By: Richard Wamsat
"Come and listen to a story about a man named Jed, a poor mountaineer, barely kept his family fed, then one day he was shooting at some food, and up through the ground came a bubbling crude..."
I used to watched the Beverly Hillbillies re-runs as a kid, after school with my brother and sister. I always sang along with the theme song too even if it was just in my head. It was a catchy tune and good tv. Jed Clampett became a millionaire and moved his family, Ellie Mae, Jethro, and Grannie out to Beverly Hills in the back of an old beat up hillbilly truck. The house they bought came complete with a cement pond in the back.
The mansion used in the show currently known as "Chartwell" is now available for sale for the first time in 30 years according to a joint press release from Coldwell Banker Global Luxury, Hilton & Hyland, and Berkshire Hathaway Home Services.
Built in 1933 by architect Sumner Spaulding, the residence was enhanced and restored under the direction of the recently deceased owner, Mr. A. Jerrold Perenchio, after he purchased the estate in 1986. Mr. Perenchio engaged renowned designer Henri Samuel, known for his work on estates owned by the Vanderbilts, Rothschilds and Valentino, to redesign Chartwell. Over the subsequent 30 years' adjacent properties were acquired to expand the estate, including a Wallace Neff guest house and a long private driveway. Inspired by 18th Century French Neoclassical design, the main residence is approximately 25,000 sq. ft. in size and poised for entertaining in grand style. Features include exquisitely detailed limestone facade, a ballroom, world-class wine cellar, formal salon and period- paneled dining room. The remarkable grounds encompass expertly manicured gardens, a tennis court, covered parking for 40 cars, 75-foot pool and fully equipped pool house, all set against sweeping panoramic views of downtown Los Angeles and the Pacific Ocean.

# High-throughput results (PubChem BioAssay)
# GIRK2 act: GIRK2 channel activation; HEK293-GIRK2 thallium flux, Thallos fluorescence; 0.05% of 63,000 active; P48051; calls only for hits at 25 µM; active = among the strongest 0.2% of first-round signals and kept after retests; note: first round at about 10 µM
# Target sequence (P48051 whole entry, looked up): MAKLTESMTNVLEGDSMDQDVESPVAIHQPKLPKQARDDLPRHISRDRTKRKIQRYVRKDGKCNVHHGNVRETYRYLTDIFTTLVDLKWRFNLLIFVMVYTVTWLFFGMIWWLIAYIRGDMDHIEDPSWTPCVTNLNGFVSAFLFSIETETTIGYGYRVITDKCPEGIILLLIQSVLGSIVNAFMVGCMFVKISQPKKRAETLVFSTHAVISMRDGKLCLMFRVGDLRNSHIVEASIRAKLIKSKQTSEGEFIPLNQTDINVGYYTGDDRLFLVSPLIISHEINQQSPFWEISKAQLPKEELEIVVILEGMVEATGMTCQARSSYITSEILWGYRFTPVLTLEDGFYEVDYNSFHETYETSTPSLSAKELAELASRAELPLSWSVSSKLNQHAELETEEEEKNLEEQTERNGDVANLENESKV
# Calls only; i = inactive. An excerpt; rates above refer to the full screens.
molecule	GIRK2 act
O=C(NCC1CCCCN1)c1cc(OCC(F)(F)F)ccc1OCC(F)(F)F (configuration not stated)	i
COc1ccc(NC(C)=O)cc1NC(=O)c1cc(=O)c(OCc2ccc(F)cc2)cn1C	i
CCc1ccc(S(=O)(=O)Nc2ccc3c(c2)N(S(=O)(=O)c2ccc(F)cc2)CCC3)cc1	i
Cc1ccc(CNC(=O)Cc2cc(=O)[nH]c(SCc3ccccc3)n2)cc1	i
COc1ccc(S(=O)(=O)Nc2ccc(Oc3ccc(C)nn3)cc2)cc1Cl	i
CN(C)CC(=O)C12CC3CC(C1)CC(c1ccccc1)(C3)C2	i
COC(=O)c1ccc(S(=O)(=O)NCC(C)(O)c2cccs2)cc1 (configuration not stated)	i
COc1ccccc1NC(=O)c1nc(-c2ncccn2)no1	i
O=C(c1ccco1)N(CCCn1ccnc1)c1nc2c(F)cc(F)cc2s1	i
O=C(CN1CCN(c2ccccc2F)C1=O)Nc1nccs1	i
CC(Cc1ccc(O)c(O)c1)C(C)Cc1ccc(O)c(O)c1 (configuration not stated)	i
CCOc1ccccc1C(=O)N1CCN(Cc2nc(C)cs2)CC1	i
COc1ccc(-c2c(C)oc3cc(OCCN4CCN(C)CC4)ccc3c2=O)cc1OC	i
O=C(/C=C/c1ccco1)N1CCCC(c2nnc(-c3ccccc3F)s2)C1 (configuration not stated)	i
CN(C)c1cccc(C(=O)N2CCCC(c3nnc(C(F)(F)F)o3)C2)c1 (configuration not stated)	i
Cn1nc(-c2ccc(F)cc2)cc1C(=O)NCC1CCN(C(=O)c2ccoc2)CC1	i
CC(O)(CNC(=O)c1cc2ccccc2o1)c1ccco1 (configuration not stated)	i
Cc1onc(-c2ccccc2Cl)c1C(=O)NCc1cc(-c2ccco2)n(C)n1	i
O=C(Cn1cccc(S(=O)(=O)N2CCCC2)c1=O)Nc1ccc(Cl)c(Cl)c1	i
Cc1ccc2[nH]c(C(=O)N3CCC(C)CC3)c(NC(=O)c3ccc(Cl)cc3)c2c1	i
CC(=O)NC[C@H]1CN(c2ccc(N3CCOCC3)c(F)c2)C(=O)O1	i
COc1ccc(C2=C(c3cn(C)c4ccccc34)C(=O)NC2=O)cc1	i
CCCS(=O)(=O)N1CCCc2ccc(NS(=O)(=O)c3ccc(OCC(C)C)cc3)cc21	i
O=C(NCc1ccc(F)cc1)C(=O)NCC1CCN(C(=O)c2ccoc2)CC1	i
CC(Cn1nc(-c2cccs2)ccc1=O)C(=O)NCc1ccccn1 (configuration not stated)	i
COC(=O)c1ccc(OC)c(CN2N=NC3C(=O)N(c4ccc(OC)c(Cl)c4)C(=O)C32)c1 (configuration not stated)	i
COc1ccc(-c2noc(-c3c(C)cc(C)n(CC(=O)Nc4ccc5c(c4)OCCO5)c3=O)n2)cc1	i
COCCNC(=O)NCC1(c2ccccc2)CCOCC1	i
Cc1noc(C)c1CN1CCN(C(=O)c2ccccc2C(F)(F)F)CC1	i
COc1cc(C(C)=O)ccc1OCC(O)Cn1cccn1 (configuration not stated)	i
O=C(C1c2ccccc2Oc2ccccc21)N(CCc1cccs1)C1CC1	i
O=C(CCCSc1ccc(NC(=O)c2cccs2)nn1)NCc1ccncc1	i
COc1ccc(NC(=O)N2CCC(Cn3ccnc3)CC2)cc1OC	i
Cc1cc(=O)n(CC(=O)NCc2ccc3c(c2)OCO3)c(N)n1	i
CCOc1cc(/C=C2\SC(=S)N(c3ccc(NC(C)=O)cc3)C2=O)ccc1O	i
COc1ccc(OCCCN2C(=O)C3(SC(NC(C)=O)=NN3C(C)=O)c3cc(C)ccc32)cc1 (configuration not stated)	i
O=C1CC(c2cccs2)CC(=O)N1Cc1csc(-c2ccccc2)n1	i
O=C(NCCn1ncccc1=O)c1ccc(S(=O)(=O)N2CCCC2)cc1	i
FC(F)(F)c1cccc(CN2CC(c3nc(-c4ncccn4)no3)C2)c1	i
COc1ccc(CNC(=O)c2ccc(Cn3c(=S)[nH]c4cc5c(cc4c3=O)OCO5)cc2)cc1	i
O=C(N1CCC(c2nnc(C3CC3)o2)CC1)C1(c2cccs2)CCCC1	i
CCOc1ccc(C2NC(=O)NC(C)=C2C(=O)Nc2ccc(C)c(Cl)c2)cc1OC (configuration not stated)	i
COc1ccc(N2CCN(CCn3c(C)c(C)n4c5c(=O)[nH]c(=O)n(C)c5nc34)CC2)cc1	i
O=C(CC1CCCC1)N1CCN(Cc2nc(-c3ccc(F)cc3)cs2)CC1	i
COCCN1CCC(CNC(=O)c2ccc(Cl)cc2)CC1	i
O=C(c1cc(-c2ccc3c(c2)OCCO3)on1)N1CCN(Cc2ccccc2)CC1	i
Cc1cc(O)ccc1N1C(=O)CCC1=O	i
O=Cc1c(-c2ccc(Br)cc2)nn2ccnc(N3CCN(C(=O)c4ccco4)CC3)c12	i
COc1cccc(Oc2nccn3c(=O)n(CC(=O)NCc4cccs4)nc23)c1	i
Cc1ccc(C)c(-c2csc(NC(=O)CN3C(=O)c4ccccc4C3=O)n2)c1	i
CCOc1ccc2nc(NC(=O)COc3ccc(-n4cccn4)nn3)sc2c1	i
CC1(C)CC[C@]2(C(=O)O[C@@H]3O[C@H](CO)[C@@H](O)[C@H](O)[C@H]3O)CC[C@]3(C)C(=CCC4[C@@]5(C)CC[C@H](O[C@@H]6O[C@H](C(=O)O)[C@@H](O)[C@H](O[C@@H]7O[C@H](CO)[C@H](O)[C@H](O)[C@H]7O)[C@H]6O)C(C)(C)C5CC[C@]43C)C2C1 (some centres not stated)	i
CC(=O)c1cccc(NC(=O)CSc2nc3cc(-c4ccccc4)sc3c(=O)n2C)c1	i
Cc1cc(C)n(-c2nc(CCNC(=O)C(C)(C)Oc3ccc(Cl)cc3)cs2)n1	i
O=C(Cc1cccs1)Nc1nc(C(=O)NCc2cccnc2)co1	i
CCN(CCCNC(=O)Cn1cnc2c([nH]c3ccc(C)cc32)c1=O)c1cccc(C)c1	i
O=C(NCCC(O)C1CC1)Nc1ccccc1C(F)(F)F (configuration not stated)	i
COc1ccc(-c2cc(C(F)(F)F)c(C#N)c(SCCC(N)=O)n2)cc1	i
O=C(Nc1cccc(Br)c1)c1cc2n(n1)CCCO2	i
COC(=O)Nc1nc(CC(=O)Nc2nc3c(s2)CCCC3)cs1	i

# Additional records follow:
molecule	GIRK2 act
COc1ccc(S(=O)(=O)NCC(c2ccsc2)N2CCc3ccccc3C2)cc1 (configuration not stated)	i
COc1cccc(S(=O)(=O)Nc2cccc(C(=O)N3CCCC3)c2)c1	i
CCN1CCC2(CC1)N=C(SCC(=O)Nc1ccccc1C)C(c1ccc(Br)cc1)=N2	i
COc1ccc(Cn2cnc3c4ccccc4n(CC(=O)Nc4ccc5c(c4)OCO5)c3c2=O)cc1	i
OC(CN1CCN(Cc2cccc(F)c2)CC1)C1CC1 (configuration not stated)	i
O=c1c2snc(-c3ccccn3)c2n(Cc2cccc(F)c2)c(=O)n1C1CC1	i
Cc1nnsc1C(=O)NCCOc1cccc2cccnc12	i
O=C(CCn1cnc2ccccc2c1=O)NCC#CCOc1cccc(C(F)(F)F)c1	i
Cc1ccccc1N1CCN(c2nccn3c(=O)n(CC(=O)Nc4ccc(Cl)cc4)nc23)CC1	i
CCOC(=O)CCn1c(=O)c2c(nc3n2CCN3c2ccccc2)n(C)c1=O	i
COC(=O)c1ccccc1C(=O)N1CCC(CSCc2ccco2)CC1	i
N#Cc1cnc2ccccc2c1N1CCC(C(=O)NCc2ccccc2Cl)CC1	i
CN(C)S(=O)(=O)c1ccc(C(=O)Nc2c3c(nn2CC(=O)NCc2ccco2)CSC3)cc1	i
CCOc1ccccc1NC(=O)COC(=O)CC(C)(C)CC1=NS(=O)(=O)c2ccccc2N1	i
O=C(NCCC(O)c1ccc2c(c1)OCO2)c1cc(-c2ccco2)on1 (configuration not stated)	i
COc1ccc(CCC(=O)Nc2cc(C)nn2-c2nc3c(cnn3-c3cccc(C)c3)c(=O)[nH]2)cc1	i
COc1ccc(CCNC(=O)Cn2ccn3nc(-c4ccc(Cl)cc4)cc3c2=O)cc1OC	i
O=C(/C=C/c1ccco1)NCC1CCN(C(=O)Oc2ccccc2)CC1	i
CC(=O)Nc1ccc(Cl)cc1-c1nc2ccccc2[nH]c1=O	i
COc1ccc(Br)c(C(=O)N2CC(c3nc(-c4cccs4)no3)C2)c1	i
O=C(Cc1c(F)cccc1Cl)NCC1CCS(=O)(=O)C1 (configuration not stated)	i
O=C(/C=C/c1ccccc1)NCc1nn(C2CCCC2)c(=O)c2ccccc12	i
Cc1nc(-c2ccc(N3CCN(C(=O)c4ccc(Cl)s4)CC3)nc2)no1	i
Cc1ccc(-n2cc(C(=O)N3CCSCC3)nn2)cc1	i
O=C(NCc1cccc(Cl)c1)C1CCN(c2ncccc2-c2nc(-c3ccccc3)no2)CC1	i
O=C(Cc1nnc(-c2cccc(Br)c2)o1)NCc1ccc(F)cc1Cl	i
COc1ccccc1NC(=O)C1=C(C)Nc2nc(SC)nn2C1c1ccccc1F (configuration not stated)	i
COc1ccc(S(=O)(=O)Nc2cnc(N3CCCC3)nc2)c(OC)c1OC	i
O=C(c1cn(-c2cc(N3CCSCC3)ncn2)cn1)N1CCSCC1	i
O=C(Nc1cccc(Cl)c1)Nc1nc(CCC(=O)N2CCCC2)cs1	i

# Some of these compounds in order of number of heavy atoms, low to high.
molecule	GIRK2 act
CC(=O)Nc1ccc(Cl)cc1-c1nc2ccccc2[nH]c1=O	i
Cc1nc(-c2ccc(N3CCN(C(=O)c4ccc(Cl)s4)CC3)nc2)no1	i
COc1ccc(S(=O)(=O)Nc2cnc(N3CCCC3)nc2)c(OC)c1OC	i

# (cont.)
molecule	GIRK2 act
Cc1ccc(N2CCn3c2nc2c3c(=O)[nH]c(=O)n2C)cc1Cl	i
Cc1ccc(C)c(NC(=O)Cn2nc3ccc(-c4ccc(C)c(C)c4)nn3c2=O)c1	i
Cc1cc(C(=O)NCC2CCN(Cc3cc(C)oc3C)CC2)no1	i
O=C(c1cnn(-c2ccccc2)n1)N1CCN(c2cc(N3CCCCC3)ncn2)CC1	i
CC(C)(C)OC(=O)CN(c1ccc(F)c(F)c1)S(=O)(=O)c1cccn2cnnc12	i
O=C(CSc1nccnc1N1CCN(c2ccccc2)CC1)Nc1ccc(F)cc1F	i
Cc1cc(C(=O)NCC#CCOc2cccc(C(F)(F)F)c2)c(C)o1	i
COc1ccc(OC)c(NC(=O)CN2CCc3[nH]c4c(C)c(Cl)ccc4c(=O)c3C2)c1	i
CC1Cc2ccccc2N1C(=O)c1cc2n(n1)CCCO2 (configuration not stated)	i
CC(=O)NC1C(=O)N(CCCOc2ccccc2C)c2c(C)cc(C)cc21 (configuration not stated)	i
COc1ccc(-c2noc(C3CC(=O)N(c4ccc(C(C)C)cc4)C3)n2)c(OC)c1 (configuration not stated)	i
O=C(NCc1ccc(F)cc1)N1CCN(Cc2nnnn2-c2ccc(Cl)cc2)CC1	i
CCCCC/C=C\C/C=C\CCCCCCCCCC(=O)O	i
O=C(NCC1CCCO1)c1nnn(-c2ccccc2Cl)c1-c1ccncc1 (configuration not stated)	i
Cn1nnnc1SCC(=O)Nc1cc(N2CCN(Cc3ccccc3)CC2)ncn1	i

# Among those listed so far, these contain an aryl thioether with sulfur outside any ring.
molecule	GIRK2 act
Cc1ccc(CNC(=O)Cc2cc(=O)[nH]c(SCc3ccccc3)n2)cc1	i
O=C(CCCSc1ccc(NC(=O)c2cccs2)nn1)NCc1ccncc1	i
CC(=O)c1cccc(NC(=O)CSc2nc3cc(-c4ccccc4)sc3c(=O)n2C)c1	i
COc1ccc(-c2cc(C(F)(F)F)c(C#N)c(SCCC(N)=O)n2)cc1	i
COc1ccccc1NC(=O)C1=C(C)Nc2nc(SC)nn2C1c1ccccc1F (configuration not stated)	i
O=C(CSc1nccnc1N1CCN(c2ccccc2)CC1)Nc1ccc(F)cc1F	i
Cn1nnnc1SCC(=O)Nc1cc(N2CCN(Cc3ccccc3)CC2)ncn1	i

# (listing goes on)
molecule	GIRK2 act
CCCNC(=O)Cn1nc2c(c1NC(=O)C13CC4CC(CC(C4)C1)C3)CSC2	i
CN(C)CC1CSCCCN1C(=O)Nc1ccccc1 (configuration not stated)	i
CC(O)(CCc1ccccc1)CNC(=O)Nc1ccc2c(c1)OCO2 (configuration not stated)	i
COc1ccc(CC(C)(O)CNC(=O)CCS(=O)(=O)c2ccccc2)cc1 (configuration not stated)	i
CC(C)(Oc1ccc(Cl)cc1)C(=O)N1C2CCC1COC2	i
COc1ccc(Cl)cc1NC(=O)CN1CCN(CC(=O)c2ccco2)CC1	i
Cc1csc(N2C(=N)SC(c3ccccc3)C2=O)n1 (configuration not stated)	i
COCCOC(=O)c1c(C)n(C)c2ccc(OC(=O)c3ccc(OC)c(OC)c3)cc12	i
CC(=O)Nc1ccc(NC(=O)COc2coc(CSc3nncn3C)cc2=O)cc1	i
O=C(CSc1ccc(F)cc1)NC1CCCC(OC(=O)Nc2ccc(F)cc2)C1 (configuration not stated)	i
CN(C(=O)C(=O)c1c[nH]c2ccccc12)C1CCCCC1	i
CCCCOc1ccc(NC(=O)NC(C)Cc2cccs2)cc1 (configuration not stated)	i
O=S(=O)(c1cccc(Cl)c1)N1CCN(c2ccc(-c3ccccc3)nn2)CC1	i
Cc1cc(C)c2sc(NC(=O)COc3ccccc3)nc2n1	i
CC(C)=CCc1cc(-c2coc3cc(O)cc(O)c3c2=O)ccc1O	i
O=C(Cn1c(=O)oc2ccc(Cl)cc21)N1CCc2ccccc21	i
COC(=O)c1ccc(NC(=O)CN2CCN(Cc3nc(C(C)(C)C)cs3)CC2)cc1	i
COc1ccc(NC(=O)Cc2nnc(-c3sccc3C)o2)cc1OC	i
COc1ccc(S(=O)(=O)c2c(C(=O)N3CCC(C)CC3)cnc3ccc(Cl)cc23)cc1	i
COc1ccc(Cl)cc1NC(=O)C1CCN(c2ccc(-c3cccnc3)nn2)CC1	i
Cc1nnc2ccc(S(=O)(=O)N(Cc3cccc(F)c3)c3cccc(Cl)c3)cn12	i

Priced at $350 million the LA Times is reporting it as America's most expensive U.S. residential listing.
Zillow shows the home as being located at 750 Bel Air Road, Los Angeles, CA 90077, and public records show that Mr. Perenchio purchased the former Kirkeby Estate for $13.5 million in December of 1986.
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